New electron scattering experiment designed for the excitation of the helium nucleus raises fundamental questions about our current understanding of nuclear forces

Theoretical predictions and new experimental data on 4He, measured with great accuracy, diverge significantly from each other

24 April 2023

At the Mainz electron accelerator MAMI, the A1 Collaboration, in connection with the dissertation work of Dr. Simon Kegel, has systematically measured the excitation of an α particle ‒ the nucleus of a 4He atom ‒ from its ground state to its first excited state with unprecedented accuracy. Comparing the experimental results and recent calculations using the corresponding low-energy theory, it becomes evident that the excitation of α particles is not correctly described based on the current understanding of nuclear forces ‒ and this raises a wealth of challenging questions. The related scientific article has been published as an Editors' suggestion in the eminent journal Physical Review Letters.

The properties of an atomic nucleus, such as its size and its binding energy, are primarily determined by the nuclear interactions between the protons and neutrons within the nucleus. These interactions can be described in phenomenological terms but can also be systematically calculated using state-of-the-art concepts, whereby in particular chiral effective field theory provides a promising framework on the basis of which these can be studied. However, the larger the nucleus, the more complex the computations become. It is thus obvious that the analysis of smaller nuclei is the best way to work out various theoretical aspects and test these using experimental data. The nucleus of a 4He atom consists of just two protons and two neutrons. Given the small number of constituents, it is ideally suited for systematic investigations of this kind and is thus one of the most extensively studied atomic nuclei.

Using the MAMI accelerator, the excitation of the α particle from its ground state to the first excited state has been measured with an accuracy that has not previously been achieved. For this purpose, the team measured the so-called monopole transition form factor in an electron scattering experiment at small momentum transfers with the aim of subsequently comparing their results to the current best theoretical prediction. Their new results have much smaller uncertainties compared to previous measurements; moreover, the older data sets each covered only a portion of the momentum transfer range now measured.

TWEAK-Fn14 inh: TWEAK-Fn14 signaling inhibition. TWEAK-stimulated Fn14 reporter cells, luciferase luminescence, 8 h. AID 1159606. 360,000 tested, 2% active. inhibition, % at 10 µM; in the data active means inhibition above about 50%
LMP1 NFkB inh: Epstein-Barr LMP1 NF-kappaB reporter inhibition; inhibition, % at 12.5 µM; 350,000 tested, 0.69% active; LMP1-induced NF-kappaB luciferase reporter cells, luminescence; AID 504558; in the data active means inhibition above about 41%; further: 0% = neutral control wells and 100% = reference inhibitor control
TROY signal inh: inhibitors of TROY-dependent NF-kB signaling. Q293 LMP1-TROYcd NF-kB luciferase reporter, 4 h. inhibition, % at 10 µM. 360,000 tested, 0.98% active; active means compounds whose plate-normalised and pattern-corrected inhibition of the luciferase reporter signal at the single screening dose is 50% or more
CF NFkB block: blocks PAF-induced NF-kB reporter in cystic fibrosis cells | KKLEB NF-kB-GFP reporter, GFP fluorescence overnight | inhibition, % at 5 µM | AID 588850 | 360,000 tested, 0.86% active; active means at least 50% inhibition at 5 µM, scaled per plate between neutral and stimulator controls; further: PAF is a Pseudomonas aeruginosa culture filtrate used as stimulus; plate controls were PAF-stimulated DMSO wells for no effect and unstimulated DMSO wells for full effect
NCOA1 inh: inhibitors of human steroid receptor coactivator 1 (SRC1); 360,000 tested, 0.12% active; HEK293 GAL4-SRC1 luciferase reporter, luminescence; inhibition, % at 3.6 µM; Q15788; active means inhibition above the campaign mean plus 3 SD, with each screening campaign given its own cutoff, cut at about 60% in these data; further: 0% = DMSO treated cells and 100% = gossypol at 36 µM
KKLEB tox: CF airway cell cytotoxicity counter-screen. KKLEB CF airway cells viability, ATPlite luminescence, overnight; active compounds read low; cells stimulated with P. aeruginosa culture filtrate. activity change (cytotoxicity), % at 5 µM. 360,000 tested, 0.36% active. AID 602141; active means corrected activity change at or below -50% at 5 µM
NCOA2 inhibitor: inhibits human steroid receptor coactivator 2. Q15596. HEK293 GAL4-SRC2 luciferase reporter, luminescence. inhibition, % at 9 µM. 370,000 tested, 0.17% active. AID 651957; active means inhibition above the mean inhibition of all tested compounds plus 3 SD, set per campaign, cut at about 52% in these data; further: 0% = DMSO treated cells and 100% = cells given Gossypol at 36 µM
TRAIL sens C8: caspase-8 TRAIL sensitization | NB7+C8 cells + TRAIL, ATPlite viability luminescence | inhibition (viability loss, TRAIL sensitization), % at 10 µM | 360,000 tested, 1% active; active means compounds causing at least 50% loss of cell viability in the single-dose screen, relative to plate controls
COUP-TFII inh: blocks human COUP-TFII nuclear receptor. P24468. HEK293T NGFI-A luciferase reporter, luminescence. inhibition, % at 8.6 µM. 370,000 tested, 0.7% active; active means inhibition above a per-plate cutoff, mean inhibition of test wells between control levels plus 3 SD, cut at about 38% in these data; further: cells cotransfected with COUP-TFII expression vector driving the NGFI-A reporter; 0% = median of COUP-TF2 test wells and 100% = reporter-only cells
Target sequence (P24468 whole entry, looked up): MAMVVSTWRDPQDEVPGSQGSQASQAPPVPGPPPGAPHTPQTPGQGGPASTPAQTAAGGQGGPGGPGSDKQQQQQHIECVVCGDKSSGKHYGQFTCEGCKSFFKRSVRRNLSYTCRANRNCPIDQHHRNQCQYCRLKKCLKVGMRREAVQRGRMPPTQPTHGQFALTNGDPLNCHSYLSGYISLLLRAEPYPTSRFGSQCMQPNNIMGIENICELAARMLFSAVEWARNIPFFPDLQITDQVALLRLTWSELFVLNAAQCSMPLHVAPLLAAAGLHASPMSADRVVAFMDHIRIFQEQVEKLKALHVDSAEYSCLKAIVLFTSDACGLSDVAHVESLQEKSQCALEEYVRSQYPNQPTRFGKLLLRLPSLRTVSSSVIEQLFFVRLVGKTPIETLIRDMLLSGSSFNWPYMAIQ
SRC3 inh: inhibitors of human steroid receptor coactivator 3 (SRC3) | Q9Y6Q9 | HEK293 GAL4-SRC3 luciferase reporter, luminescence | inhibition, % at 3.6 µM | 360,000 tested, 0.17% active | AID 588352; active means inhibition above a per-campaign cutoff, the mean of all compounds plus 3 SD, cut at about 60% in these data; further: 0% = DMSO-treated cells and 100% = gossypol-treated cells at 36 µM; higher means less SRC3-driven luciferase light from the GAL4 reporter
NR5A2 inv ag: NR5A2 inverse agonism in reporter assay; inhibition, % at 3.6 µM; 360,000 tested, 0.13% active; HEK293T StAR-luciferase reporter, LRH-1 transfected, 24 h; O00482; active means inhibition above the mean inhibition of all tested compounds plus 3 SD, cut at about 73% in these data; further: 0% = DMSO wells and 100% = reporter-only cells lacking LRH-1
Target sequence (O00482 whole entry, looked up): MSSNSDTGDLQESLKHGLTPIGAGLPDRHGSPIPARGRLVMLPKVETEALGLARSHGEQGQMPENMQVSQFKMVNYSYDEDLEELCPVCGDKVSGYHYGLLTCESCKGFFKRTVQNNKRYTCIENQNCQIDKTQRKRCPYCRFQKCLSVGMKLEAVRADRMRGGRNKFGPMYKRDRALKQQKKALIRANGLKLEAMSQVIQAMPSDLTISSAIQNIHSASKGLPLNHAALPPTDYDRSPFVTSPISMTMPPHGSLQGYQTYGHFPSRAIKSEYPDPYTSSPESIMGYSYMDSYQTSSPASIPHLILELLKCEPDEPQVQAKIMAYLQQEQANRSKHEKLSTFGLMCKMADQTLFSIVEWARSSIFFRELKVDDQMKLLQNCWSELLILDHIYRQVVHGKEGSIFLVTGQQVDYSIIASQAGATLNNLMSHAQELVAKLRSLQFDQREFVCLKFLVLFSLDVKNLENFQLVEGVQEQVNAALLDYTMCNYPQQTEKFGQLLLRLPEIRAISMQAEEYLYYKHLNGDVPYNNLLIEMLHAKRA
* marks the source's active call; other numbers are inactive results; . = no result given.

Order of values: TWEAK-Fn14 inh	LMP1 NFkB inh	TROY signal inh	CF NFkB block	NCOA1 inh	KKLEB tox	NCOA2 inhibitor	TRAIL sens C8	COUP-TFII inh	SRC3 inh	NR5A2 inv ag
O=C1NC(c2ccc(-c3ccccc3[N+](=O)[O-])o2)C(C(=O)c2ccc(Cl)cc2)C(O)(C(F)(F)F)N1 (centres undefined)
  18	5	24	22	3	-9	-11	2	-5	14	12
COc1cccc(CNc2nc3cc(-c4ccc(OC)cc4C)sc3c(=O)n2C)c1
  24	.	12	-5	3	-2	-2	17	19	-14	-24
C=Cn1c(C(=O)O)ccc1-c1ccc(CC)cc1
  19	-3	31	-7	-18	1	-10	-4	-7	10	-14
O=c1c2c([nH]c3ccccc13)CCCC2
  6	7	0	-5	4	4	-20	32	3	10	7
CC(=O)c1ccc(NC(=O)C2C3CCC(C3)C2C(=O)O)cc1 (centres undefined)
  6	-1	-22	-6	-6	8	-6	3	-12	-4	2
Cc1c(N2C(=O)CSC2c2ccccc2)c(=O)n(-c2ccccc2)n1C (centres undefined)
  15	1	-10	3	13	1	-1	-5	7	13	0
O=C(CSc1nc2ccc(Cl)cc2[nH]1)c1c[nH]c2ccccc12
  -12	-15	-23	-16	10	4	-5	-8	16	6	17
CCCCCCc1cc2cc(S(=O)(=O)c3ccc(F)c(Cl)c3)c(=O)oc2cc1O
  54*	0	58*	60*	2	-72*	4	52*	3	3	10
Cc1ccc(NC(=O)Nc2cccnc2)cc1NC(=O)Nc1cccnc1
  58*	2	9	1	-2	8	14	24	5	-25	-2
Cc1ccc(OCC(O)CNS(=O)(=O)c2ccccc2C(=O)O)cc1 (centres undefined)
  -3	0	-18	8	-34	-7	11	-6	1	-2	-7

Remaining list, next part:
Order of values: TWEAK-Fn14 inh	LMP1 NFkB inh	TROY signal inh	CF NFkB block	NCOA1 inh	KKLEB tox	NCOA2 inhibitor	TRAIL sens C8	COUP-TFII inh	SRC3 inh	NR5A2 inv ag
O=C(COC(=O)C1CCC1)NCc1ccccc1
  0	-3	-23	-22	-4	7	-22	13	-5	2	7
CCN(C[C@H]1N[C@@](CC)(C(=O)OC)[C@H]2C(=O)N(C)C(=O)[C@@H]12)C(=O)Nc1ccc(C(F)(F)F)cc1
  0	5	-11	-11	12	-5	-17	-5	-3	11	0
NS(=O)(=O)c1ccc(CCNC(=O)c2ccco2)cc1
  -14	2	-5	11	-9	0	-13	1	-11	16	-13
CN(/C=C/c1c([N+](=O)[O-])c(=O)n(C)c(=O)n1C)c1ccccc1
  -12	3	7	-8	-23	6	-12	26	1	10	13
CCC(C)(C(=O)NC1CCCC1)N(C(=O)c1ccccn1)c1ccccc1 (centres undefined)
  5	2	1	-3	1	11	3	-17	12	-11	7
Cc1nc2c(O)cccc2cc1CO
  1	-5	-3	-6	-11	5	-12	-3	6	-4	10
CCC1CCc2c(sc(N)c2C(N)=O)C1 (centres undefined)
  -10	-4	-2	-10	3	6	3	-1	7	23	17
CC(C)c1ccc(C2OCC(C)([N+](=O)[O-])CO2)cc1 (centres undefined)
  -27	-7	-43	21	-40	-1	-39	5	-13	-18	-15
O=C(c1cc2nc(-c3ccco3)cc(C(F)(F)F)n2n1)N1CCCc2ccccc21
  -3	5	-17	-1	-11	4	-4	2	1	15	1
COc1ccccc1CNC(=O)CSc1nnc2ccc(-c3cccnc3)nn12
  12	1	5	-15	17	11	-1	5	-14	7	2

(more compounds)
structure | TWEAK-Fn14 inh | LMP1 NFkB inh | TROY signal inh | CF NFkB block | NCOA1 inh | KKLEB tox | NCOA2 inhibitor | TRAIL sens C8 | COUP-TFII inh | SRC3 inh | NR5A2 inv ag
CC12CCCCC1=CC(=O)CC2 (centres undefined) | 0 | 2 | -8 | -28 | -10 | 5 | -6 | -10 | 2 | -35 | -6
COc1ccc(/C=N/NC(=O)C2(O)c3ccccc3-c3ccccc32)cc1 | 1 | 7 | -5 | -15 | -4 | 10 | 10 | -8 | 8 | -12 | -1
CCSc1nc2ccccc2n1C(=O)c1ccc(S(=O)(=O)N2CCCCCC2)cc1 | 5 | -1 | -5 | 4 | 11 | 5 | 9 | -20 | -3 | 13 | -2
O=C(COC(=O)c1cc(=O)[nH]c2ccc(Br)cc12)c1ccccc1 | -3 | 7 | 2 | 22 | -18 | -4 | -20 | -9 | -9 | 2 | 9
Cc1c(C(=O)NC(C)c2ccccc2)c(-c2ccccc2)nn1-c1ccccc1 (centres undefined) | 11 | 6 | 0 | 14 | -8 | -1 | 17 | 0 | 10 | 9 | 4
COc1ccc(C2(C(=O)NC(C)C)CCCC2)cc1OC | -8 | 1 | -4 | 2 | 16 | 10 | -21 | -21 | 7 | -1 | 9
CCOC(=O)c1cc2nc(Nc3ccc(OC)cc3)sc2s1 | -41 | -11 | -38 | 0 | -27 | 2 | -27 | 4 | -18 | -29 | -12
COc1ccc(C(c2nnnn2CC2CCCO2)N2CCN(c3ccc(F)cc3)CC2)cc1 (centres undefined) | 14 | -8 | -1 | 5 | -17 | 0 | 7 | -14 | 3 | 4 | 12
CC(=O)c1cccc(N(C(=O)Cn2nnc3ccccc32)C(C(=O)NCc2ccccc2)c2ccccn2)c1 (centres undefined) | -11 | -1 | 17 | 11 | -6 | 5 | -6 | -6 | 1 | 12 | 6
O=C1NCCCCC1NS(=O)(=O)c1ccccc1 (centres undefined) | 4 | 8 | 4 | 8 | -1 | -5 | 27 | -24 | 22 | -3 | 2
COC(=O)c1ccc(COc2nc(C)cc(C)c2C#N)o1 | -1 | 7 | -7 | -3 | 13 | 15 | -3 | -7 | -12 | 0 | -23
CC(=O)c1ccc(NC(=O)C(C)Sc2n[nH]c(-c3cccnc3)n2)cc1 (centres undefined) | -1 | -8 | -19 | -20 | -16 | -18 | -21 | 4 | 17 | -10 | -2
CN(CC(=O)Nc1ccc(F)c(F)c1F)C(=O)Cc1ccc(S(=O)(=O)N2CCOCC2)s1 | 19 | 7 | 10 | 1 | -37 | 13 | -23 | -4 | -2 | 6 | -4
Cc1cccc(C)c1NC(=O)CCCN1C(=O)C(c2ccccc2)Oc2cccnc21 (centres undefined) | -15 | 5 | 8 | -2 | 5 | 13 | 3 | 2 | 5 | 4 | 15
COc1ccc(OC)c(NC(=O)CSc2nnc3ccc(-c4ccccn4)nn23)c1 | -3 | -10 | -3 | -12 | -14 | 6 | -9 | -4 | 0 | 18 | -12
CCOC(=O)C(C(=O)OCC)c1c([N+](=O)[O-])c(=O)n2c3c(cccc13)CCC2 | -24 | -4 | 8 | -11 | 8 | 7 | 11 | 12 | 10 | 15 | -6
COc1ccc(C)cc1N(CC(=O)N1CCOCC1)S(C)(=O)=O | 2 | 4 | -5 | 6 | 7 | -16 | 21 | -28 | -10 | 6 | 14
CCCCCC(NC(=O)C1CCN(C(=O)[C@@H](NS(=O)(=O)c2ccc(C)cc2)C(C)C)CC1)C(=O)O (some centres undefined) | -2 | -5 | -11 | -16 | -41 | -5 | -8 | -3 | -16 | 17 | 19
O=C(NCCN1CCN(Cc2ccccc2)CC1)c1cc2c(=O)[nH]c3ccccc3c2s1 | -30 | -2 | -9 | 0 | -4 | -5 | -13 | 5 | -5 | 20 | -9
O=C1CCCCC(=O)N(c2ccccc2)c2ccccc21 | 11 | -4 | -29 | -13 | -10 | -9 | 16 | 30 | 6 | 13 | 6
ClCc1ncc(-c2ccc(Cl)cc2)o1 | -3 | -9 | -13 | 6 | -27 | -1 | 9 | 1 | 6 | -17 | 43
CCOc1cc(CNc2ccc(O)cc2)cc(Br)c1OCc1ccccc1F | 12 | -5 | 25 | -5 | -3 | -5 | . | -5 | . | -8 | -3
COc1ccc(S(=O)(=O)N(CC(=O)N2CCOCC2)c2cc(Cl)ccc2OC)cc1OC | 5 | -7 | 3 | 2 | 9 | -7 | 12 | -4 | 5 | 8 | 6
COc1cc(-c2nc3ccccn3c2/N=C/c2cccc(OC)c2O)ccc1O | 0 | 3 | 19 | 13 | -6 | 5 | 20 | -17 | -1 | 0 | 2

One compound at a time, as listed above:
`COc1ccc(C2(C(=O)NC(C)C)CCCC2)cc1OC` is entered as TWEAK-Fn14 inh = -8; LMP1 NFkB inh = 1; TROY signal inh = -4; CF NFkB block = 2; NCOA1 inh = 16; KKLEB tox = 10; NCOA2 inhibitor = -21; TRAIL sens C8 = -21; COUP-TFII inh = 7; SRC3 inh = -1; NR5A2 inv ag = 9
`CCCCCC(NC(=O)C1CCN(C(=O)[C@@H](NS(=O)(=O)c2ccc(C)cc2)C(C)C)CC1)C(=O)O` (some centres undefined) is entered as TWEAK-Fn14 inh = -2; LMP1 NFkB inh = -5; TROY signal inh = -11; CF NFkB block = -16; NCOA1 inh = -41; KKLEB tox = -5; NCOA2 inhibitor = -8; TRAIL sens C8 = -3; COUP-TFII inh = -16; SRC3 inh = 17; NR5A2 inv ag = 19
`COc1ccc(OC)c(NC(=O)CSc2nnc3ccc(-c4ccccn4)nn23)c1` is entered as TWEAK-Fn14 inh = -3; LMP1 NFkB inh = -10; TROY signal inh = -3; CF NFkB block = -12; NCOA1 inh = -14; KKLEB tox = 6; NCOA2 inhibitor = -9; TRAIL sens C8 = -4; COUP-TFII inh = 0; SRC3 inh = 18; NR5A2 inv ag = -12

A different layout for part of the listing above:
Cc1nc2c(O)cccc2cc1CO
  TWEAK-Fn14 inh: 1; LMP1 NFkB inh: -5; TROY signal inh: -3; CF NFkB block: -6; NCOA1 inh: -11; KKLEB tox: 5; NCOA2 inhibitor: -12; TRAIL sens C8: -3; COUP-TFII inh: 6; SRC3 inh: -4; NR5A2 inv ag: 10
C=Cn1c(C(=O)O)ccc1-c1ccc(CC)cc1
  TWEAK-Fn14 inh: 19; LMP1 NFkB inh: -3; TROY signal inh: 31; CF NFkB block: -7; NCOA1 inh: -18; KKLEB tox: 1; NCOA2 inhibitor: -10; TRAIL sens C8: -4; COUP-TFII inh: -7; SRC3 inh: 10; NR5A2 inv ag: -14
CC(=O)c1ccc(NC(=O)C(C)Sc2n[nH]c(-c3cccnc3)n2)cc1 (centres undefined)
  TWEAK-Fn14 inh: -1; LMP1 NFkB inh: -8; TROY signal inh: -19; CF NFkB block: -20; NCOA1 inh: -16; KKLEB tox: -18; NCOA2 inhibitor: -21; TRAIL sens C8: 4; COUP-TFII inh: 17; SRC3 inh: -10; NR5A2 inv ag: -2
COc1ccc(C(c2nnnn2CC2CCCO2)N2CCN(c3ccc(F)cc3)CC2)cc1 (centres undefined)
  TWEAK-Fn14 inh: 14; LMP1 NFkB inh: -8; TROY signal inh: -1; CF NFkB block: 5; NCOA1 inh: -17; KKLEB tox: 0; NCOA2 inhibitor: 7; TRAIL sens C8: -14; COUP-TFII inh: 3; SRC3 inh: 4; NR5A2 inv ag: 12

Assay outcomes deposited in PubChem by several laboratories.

Major discrepancy between experimental data and theoretical predictions

Although the form factors now extracted from experiment and theory exhibit a similar shape as function of the momentum transfer, they differ substantially by a factor of roughly 2. The results of previous measurements had already indicated that there may well be an inconsistency with theory but the experimental uncertainties were too great to allow conclusions to be drawn. Thanks to the enhanced precision of the results obtained by the Mainz team, it can now be concluded that the excitation of the α particle cannot be accurately reproduced using the currently available description of nuclear forces.

"Our experiment was performed with very good control of systematic uncertainties. The disagreement with the best theoretical calculations is thus a serious indication that either an important aspect of the nuclear interactions is overlooked which is particularly evident in this monopole transition, or that the properties of the first excited state of the α particle depend very strongly on minute details of the nuclear forces. Both possibilities are of considerable interest and inspire us to further studies," explains Professor Concettina Sfienti, corresponding author of the article.

Follow-up investigations in Mainz in the hope of finding the answer to the puzzle

Indeed, the MESA accelerator which is currently under construction on the Mainz campus will offer excellent opportunities for follow-up experiments. In the energy recovery mode, MESA will provide an electron beam of remarkable intensity, which is brought to collision with a gas jet target at the MAGIX experiment. The resultant scattered particles will be detected by magnetic spectrometers optimized for low energies. This will allow measurements at even lower momentum transfers than achieved with the A1 setup.

From the theoretical side, too, it is planned to shed light on this low-energy puzzle for the nuclear forces. Thus, the calculations of the transition form factor performed in the group of Professor Sonia Bacca, also from the Johannes Gutenberg University Mainz (JGU), are to be systematically improved and studied in detail in the framework of chiral effective field theory.